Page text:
Translational Medical Science
Dushane, Victoria (School: Sherman Indian High School)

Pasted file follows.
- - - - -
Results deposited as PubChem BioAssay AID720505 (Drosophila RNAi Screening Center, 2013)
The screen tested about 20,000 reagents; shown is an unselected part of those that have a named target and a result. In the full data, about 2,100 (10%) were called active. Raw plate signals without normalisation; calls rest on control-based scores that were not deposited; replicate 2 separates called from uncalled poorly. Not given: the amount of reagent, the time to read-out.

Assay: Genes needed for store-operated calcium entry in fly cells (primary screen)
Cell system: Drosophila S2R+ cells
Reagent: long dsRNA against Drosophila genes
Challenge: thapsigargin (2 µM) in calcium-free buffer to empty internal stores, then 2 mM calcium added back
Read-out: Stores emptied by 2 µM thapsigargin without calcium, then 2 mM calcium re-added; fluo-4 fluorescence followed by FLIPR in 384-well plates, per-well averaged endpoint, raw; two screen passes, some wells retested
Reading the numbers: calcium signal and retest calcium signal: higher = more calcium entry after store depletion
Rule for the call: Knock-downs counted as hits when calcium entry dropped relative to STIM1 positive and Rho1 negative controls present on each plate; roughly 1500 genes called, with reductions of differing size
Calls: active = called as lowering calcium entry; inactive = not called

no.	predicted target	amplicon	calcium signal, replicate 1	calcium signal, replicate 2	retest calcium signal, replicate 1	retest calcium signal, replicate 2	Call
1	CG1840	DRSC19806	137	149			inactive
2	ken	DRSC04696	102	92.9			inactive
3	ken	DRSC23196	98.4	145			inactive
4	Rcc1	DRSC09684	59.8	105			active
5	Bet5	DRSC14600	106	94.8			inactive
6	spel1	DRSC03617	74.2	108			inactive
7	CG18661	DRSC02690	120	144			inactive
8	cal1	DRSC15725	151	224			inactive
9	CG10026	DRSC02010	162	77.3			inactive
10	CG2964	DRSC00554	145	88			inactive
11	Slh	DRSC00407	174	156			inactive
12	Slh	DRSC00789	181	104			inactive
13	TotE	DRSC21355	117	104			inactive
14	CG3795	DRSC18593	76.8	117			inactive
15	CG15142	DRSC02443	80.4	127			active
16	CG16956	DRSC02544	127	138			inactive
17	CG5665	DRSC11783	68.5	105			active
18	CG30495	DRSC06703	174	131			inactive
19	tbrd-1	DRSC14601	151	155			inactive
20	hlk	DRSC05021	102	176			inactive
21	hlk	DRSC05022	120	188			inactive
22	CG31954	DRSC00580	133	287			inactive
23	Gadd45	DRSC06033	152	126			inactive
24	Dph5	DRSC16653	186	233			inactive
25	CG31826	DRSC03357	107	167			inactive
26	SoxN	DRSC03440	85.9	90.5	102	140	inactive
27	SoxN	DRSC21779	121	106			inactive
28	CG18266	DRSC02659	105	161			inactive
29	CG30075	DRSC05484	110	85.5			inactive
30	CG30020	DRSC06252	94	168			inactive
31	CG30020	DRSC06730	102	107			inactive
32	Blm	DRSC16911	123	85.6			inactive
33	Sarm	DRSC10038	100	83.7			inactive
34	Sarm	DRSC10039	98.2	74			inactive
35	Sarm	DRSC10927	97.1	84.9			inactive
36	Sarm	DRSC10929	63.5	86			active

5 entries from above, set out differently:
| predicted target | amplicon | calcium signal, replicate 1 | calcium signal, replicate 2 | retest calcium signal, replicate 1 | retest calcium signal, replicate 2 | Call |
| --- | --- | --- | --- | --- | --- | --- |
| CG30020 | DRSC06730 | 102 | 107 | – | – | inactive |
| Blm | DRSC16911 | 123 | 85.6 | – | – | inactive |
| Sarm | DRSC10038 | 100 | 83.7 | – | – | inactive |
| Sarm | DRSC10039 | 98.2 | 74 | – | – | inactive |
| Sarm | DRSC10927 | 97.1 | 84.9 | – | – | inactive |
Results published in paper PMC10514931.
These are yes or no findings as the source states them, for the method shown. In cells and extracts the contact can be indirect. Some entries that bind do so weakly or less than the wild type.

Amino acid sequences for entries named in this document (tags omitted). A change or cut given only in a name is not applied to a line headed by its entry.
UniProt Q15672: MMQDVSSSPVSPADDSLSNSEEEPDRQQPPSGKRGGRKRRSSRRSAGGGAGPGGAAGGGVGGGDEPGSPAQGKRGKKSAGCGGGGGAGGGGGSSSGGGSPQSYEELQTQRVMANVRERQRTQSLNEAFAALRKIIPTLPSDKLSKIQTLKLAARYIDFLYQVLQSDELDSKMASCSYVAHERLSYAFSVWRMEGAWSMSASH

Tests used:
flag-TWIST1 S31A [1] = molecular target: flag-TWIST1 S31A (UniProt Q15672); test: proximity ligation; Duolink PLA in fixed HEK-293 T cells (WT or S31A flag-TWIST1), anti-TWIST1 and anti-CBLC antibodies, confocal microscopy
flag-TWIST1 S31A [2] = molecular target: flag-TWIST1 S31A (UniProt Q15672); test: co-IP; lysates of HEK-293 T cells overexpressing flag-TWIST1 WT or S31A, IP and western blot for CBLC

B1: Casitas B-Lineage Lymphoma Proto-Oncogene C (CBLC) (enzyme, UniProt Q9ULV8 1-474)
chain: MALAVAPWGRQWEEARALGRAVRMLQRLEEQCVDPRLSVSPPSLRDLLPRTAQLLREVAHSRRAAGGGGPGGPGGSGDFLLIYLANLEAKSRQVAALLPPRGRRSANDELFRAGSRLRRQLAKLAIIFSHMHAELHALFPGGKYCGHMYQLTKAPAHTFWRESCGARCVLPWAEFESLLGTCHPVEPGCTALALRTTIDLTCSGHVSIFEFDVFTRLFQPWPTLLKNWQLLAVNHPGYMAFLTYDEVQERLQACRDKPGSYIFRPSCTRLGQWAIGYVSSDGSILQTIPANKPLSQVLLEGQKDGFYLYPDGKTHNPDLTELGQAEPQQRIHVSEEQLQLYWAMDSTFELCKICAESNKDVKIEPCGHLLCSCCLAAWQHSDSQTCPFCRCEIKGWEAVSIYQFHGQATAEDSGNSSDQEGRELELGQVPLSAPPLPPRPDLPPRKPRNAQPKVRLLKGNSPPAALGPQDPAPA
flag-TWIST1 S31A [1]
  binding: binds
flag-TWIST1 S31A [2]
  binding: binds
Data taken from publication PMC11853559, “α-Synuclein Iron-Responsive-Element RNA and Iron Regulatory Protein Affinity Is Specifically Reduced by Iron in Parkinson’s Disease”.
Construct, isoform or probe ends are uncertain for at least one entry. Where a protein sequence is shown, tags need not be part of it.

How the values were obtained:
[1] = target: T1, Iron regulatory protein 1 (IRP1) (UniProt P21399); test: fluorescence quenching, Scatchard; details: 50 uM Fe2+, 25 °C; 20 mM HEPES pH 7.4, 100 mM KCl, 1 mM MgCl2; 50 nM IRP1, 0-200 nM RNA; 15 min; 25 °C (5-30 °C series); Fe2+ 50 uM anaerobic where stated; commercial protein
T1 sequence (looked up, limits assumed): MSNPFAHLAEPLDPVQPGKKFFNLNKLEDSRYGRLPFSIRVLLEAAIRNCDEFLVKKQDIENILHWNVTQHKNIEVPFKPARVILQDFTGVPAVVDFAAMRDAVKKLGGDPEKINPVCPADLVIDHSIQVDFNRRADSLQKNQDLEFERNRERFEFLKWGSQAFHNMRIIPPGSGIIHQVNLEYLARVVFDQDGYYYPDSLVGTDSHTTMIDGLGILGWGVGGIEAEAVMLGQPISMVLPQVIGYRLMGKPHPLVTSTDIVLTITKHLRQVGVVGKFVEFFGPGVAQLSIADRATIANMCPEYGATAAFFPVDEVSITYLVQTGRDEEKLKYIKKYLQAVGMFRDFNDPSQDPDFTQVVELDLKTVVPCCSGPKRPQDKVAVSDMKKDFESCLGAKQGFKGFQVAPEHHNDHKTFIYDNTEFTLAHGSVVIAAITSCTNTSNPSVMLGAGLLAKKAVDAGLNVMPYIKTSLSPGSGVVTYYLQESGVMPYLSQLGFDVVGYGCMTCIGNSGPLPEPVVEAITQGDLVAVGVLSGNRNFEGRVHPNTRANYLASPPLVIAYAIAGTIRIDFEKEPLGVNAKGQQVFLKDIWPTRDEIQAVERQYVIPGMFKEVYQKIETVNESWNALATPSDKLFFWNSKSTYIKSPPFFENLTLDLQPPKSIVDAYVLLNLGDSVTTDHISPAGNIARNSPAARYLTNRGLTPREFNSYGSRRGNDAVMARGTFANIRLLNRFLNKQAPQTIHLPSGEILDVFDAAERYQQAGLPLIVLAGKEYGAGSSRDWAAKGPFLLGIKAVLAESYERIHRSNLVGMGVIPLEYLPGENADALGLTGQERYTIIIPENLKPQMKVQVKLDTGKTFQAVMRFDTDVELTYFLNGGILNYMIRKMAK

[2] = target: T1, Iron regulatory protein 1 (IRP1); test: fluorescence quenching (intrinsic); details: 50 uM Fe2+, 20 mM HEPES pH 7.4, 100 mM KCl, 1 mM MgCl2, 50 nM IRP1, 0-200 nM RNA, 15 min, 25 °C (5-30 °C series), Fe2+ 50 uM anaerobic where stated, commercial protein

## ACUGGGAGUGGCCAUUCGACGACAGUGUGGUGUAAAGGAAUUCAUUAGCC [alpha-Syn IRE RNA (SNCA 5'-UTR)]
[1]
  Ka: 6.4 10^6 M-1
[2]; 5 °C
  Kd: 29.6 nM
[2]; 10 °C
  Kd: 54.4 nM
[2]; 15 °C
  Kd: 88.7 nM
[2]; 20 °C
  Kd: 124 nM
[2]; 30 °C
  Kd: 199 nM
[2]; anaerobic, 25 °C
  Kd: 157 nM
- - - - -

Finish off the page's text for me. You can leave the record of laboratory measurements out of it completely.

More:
Head and neck squamous cell carcinoma (HNSCC) comprises approximately 90% of all head and neck cancers and represents the sixth most common type of cancer worldwide. Surgery, radiotherapy and chemotherapy have become the standard treatment for HNSCC. These treatments are physically and emotionally debilitating and are selected on the basis of tumor size and spread rather than on the biology of individual tumors. Chaga Mushroom (Inonotus obliquus) is a rot fungus belonging to the hymenochaetaceae family of basidiomycetes. Scientific studies have shown that Chaga mushroom extracts have anti-tumor effects, but despite increased usage and reported beneficial effects, the pharmacological actions of Chaga have not been well documented. Thus, relatively limited scientific evidence for the effectiveness and mechanism of action of Chaga has prevented its incorporation into mainstream medical care, and no reports exist describing its use in head and neck squamous cell carcinoma. In the present study, we describe a novel role for Chaga extract as an inhibitor of proliferation and migration in metastatic UM-SCC-17B HNSCC cells. Cellular proliferation, migration, and E-cadherin cellular signaling profiles were examined in Chaga-treated and untreated HNSCC cells using the CyQUANT proliferation assay, an established in vitro migration assay, and Western-blotting techniques, respectively. Chaga significantly inhibited 24-hour proliferation and migration in HNSCC cells in a dose-dependent manner. Furthermore, Chaga induced E-cadherin expression, a transmembrane glycoprotein of the cell-cell adhesion transmembrane molecule, providing a potential mechanism for the inhibition of migration observed. Present data suggests that Chaga holds promise as a therapeutic agent against HNSCC.